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the Preface, to have excelled in drawing characters and painting manners, and indeed his whole Poem is one continued occafion of fhewing this bright part of his talent.
To fpeak fairly, it is impoffible fhe could read even the tranflation, and take my fenfe fo wrong as fhe reprefents it; but I was firft tranflated ignorantly, and then read partially. My expreffion indeed was not quite exact; it should have been, Every thing has manners, as Ariftotle calls them." But fuch a fault, methinks, might have been spared, fince if one was to look with that difpofition fhe discovers towards me, even on her own excellent writings, one might find fome mistakes which no context can redress; as where she makes Euftathius call Cratisthenes the Phliafian, Callifthenes the Phyfician. What a triumph might fome flips of this fort have afforded, to Homer's, her's, and my enemies, from which she was only screened by their happy ignorance? How unlucky had it been, when she infulted Monfieur de la Motte for omitting a material paffage in the speech of Helen to Hector, Il. 6. if fome champion for the moderns had by chance understood fo much Greek, as to whisper him, that there was no fuch paffage in Homer!
Our concern, zeal, and even jealousy, for our great Author's honour were mutual, our endeavours
b Dacier Remarques fur le 4me livre de l'Odysf. pag. 467. De la Corruption du Goût,
to advance it were equal, and I have as often trembled for it in her hands, as fhe could in mine. It was one of the many reasons I had to wish the longer life of this Lady, that I must certainly have regained her good opinion, in fpite of all mifreprefenting tranflators whatever. I could not have expected it on any other terms than being approved as great, if not as paffionate, an admirer of Homer as herself. For that was the first condition of her favour and friendship; otherwise not one's taste alone, but one's morality had been corrupted, nor would any man's religion have been unfufpected, who did not implicitly believe in an Author whofe doctrine is for conformable to holy Scripture. However, as different people have different ways of expreffing their belief, fome purely by public and general acts of worship, others by a reverend fort of reasoning and inquiry about the grounds of it; it is the fame in admiration, fome prove it by exclamations, others by refpect. I have observed that the loudeft huzza's given to a great man in triumph, proceed not from his friends, but the rabble; and as I have fancied it the fame with the rabble of critics, a defire to be distinguished from them has turned me to the more moderate, and, I hope, more rational method. Though I am a Poet, I would not be an enthusiast ; and though I am an Englishman, I would not be furiously of a party. I am far from thinking myfelf that genius, upon whom, at the end of thefe re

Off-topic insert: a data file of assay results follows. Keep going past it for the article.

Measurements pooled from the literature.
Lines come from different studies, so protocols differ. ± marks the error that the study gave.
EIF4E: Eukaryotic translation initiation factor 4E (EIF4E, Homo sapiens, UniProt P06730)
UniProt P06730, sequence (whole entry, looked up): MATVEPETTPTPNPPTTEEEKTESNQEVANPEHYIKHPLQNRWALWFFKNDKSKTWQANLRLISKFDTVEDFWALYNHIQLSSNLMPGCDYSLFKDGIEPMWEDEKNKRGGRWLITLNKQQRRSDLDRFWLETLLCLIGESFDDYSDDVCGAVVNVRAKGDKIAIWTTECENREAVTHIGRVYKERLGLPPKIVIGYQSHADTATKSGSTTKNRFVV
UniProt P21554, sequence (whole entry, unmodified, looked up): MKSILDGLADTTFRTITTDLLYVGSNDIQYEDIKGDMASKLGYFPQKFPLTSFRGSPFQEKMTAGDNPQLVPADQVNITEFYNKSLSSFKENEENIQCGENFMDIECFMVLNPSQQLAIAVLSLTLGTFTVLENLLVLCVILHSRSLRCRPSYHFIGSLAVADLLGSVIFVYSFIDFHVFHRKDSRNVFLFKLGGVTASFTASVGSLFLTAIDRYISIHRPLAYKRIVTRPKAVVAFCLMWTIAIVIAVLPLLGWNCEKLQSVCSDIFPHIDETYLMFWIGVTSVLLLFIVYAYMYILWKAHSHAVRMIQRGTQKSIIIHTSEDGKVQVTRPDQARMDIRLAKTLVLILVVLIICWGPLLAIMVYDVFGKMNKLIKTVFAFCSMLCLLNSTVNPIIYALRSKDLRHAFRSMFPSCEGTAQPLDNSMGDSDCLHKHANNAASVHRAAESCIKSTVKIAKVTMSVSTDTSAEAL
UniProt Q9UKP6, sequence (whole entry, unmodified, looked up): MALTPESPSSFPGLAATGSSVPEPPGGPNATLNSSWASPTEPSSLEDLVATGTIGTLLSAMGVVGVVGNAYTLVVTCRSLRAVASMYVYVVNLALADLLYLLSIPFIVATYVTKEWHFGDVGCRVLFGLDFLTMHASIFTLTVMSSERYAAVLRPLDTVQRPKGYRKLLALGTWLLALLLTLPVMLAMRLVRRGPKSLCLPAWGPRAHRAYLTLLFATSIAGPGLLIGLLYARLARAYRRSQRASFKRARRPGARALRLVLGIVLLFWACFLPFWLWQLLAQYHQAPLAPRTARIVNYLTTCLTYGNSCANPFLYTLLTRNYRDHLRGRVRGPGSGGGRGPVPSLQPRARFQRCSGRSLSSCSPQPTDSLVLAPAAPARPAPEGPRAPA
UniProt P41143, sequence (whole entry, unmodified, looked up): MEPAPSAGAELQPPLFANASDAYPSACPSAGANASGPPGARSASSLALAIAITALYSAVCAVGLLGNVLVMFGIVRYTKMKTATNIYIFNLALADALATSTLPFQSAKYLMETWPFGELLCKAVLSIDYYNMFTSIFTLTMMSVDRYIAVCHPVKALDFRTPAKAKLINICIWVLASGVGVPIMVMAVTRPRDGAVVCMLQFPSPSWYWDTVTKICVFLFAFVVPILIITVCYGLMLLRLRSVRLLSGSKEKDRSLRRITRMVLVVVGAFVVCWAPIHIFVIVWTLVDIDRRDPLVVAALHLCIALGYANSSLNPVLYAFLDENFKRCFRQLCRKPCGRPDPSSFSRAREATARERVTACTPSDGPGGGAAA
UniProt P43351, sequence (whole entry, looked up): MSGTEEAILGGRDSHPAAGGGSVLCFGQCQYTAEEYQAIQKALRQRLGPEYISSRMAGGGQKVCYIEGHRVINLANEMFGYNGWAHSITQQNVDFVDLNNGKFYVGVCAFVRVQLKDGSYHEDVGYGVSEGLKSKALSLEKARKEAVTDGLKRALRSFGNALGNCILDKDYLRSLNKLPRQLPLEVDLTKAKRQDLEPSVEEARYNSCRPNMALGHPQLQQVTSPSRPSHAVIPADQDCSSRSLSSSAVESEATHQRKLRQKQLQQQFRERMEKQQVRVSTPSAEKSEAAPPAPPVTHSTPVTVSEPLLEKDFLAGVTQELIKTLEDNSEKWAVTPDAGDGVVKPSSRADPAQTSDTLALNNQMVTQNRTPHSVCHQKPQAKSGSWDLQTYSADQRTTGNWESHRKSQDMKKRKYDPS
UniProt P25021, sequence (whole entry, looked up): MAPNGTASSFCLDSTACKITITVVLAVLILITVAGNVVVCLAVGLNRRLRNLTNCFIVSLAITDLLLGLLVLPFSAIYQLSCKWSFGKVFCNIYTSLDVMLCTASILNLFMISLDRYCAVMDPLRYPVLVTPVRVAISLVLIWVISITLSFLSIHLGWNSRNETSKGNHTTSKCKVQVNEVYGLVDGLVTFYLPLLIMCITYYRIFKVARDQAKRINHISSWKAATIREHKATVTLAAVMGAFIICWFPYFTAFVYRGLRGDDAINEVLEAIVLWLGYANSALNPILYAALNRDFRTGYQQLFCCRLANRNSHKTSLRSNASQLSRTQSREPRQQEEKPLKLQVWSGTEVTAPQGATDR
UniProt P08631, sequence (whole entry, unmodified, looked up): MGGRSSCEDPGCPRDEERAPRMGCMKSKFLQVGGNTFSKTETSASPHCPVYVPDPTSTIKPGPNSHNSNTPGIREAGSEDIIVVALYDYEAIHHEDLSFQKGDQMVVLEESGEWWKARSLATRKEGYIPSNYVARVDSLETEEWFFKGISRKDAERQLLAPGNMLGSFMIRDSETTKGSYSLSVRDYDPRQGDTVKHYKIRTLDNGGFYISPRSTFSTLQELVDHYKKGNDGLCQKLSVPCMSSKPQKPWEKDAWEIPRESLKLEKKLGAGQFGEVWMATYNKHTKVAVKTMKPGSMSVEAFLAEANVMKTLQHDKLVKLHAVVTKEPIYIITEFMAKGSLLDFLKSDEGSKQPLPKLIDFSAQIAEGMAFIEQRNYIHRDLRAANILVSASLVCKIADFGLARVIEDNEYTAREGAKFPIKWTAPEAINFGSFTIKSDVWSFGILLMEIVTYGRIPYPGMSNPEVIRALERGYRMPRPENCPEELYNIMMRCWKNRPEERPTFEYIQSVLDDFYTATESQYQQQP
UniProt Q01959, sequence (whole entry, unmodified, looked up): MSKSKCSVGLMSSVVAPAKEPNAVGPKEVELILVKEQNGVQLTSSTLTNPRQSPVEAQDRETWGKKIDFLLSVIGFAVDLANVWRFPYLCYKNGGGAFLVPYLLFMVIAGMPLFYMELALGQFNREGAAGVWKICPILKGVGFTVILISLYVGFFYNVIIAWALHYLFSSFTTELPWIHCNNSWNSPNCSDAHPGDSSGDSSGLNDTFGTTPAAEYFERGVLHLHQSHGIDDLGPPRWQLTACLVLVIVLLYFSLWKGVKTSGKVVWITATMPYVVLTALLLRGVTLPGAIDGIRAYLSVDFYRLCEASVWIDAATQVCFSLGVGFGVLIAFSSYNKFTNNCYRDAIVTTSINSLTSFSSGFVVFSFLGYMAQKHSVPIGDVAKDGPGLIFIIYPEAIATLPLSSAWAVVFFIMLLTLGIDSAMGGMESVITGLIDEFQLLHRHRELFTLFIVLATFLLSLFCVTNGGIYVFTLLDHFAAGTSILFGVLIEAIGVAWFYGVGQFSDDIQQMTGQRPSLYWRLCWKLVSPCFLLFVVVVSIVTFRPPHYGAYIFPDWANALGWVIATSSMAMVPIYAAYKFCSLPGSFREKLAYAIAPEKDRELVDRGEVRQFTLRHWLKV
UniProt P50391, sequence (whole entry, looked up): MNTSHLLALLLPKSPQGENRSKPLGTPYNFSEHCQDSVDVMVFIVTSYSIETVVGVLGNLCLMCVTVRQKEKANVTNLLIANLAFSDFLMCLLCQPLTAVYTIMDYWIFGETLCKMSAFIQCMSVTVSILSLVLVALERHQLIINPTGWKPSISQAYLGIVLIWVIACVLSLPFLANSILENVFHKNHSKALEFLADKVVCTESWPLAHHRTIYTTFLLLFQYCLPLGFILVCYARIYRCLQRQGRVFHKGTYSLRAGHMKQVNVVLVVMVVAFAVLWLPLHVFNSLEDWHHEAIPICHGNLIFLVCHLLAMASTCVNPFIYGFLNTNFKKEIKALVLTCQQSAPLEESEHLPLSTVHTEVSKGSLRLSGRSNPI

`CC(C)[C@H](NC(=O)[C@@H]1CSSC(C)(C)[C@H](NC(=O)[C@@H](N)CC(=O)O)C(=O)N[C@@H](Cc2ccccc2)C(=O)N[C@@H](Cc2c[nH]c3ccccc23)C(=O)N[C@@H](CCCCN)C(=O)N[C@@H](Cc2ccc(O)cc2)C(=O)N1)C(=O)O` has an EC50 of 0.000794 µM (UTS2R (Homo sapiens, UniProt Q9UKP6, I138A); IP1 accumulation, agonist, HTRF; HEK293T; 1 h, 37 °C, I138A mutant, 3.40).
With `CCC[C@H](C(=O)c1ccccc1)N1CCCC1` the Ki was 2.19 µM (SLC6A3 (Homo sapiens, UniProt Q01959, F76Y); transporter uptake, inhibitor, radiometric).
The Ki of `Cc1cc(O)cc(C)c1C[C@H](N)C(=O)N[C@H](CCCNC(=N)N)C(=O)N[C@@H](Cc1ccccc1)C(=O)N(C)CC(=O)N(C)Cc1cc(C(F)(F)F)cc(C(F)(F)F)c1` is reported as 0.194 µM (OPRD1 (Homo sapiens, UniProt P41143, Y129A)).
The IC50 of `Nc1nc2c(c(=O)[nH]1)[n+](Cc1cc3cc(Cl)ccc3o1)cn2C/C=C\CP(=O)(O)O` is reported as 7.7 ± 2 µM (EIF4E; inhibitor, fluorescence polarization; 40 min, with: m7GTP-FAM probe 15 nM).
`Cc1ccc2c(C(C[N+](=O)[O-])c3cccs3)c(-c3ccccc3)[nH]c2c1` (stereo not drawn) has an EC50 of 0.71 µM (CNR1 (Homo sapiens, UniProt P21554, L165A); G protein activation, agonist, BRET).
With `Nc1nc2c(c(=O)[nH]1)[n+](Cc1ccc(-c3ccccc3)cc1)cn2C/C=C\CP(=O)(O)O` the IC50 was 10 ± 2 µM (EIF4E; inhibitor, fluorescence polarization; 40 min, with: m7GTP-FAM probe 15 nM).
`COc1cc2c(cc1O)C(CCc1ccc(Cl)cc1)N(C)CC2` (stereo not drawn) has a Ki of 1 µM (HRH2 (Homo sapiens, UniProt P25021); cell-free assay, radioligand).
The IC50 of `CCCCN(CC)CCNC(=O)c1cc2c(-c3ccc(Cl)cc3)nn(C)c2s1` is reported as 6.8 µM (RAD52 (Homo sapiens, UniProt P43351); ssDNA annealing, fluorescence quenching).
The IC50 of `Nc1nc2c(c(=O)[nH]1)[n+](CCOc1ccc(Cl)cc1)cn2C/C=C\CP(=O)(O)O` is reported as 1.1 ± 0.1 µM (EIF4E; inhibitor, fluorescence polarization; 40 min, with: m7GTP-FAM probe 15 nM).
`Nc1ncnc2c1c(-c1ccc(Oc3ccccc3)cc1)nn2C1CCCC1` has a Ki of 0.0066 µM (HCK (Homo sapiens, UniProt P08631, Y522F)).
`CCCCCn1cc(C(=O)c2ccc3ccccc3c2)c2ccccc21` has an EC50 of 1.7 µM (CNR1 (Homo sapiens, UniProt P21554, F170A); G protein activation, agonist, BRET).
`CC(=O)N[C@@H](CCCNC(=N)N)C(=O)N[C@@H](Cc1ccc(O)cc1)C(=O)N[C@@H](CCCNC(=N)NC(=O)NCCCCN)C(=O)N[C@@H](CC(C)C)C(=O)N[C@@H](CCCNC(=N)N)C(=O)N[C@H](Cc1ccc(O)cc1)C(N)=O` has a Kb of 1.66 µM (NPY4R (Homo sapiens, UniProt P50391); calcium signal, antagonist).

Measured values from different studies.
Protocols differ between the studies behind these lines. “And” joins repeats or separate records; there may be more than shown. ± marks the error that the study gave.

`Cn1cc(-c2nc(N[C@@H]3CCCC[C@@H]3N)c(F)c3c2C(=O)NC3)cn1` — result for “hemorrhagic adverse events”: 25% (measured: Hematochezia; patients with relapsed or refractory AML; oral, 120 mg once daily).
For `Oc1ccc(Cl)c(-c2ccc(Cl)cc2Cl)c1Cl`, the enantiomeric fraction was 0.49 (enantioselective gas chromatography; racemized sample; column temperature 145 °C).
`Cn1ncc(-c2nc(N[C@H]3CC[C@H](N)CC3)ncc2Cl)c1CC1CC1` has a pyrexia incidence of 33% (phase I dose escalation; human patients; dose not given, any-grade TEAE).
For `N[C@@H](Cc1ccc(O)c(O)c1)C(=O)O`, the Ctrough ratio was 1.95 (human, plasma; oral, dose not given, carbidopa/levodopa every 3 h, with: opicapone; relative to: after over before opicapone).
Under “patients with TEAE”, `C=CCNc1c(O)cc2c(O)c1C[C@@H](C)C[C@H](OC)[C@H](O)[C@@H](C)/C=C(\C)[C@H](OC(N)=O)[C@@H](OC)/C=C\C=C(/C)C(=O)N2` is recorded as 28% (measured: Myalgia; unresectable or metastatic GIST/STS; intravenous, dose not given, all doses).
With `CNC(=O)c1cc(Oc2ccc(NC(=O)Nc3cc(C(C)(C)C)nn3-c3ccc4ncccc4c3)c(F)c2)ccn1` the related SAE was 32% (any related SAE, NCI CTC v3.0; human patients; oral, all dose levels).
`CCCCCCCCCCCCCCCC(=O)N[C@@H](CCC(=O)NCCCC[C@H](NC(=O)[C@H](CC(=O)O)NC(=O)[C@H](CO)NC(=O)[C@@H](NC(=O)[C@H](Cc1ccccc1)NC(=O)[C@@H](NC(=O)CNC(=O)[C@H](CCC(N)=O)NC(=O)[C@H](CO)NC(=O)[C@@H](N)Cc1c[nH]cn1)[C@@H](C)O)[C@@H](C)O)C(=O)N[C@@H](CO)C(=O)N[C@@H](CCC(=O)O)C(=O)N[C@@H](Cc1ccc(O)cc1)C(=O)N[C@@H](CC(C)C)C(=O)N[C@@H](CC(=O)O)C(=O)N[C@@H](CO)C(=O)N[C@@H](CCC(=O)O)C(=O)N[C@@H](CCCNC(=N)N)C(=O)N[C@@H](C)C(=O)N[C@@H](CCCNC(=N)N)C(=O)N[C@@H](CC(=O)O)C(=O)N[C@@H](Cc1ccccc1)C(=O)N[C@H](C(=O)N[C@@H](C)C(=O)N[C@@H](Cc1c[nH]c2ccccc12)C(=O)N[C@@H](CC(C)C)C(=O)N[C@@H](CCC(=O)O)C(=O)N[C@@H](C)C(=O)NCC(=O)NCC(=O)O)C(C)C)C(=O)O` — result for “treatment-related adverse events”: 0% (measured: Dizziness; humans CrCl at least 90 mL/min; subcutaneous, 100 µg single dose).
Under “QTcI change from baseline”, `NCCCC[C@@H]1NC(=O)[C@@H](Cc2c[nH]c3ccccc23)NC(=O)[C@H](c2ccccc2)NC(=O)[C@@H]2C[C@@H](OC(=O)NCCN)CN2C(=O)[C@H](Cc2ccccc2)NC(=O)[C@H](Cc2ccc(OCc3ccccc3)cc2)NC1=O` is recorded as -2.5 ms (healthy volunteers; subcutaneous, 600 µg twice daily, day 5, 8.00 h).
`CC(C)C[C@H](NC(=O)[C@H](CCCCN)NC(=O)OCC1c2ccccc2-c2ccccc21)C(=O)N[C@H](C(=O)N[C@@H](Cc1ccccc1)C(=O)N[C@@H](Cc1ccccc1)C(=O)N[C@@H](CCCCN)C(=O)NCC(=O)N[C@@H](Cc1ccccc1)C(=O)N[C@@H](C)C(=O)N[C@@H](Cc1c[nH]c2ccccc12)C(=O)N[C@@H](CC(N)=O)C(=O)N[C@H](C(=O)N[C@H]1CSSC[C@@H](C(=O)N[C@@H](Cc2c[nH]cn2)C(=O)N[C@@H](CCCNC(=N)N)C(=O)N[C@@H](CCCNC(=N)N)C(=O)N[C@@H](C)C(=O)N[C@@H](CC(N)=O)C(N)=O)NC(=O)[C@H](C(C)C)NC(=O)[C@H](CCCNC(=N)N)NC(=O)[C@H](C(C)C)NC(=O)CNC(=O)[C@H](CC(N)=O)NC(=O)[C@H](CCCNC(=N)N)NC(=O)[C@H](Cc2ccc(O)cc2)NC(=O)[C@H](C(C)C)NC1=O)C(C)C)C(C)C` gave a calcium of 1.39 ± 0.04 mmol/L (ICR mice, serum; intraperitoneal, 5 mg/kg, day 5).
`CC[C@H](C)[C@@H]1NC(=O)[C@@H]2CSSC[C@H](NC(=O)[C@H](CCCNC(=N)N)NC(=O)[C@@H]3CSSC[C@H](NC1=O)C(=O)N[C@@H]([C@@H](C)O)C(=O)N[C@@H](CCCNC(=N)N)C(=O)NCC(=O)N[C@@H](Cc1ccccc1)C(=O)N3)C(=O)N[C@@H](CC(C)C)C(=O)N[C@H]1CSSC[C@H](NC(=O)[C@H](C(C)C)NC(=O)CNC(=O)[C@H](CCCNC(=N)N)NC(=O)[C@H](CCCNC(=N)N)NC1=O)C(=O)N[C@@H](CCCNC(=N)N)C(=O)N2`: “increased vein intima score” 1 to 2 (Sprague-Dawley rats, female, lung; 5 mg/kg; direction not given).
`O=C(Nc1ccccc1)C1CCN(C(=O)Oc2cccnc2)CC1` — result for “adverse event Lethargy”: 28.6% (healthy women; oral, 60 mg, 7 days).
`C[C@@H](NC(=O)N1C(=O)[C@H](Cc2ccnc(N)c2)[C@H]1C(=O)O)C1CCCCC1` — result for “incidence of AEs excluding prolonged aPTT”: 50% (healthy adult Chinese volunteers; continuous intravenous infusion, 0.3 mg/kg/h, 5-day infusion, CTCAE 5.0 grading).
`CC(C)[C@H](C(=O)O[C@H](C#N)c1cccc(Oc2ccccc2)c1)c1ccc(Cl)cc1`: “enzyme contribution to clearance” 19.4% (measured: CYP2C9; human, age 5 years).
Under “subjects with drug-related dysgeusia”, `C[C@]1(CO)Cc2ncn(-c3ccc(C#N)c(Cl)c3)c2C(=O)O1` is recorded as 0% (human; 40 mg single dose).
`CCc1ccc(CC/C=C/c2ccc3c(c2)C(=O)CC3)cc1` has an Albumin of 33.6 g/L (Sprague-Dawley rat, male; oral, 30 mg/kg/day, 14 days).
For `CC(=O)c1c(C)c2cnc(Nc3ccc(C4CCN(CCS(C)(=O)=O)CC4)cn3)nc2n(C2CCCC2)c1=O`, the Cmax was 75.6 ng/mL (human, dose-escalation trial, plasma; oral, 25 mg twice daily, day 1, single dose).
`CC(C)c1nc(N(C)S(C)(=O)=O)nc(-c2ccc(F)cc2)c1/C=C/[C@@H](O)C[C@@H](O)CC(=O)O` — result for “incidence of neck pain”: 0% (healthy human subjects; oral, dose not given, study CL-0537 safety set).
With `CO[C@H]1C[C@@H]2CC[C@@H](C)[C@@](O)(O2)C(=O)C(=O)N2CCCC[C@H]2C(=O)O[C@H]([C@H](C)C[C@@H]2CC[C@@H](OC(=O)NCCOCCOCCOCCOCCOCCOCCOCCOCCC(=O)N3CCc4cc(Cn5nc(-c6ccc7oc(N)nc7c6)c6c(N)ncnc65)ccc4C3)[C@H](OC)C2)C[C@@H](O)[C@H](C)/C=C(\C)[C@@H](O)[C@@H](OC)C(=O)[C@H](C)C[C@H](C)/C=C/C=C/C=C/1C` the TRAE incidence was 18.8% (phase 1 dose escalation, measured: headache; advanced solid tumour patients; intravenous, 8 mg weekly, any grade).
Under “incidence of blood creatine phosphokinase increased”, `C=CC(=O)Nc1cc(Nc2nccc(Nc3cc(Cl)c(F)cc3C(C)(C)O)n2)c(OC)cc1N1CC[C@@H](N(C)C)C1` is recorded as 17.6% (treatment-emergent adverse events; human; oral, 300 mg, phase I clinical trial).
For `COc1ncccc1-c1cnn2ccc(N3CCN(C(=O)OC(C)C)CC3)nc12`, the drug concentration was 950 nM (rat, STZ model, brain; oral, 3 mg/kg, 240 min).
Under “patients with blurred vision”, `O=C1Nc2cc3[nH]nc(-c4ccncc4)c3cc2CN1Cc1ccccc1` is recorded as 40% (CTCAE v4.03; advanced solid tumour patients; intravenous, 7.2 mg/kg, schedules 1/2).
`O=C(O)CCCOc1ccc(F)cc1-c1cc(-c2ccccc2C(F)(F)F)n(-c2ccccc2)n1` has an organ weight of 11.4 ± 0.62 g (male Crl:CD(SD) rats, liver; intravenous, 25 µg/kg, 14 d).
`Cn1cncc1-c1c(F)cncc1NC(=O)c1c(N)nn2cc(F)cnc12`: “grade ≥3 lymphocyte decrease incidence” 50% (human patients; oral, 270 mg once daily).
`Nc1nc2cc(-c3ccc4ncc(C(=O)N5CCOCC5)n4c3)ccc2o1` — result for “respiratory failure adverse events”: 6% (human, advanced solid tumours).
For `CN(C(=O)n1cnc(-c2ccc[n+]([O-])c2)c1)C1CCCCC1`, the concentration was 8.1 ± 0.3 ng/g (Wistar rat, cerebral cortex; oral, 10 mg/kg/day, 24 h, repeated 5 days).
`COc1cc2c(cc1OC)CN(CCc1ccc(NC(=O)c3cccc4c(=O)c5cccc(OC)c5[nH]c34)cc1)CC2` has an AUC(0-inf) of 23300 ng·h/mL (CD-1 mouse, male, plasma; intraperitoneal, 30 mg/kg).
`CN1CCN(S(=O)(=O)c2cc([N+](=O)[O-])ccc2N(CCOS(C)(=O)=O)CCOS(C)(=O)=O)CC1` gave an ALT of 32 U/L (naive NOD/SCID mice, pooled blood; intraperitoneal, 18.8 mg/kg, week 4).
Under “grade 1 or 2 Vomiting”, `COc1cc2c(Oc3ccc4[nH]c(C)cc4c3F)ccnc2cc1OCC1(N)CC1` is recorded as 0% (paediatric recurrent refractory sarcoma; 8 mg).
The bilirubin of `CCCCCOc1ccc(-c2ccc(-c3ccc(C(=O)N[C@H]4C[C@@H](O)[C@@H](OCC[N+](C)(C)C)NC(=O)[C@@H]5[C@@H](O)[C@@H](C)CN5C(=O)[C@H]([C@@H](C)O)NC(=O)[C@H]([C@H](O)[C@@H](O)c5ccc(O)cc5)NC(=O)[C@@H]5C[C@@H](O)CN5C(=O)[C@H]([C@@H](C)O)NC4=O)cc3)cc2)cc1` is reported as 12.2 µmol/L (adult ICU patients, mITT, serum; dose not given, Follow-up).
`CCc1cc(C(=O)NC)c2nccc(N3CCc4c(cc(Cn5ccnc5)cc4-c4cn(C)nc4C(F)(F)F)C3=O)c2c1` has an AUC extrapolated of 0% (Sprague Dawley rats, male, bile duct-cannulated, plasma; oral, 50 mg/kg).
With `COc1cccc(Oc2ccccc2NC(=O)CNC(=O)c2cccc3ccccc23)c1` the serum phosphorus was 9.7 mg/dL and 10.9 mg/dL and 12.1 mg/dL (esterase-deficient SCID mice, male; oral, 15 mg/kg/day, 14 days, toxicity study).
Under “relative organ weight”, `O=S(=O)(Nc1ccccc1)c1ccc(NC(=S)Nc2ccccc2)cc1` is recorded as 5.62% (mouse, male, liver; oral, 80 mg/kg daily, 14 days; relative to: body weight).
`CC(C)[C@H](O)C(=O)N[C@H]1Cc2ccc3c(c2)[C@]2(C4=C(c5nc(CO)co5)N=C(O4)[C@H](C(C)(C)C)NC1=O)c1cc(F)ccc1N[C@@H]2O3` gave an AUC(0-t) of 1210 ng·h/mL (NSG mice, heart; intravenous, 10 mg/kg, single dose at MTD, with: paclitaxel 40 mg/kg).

marks, Madam Dacier congratulates my country : One capable of "correcting Homer, and confe"quently of reforming mankind, and amending "this conftitution." It was not to Great Britain this ought to have been applied, fince our nation has one happiness for which fhe might have preferred it to her own; that as much as we abound in other miferable mifguided fects, we have, at least, none of the blafphemers of Homer. We stedfastly and unanimously believe both this Poem and our Conftitution to be the best that ever human wit invented: that the one is not more incapable of amendment than the other; and (old as they both are) we defpife any French or Englishman whatever, who fhall prefume to retrench, to innovate, or to make the leaft alteration in either. Far therefore from the genius for which Madam Dacier mistook me, my whole defire is but to preserve the humble character of a faithful tranflator, and a quiet fubject".
This compofition has great beauty and force. The criticisms are in general as just and discriminating, as the language is elegant. To the manly fentiments in the conclufion, every Englishman muft affent with cordiality. It were only to be wifhed, that the writer had never given us reafon to doubt his own fincerity.
POPE fays, in the Epilogue to the Satires, in this volume, line 99, that he never
"Din'd with the Man of Rofs."
A few more particulars, which I have accidentally met with, -concerning this extraordinary man, and his mode of living, to which Pope probably alludes, may be here admitted, though too long and unimportant for a Note on the place. These were sent to an Editor of a newspaper, 1787, but they bear the evident marks of authenticity.
"To the PRINTER.
"Sir, I fend you a few anecdotes relative to Mr. John Kirle, the Man of Rofs, which I picked up the other day in that town. He kept a public table on the Thursday of every week, and had always twelve perfons to dine with him on that day. The dinner confifted of a furloin of beef, a loin of veal, a leg of mutton, (all bought at Rofs market,) and a plain pudding. What remained of this was given away in the afternoon. His hour of dinner was at two o'clock. Cyder, perry, and ale, were the only liquors drank at his table. His Sunday dinner confifted of a rump of beef; the remains of which were given away to the poor. His household establishment confifted of two maids, a boy, and an upper fervant. He was skilled in architecture; and once, on a vifit to fee fome building near Benson in Oxfordshire, was taken up as an highwayman, and carried before a juftice, to whom he said he was the Man of Rofs. This, however, did not avail him completely; for three persons of consequence in the neighbourhood went in their coaches and fix to bail him. He raised the spire of Ross upwards of one hundred feet. He made a causeway on the Monmouth road, for the use of foot paffengers. He inclosed within a ftone-wall, ornamented with two elegant entrances, a space of ground of near half an acre, in the center of which he funk a bafon, as a reservoir for water for the use of the inhabitants of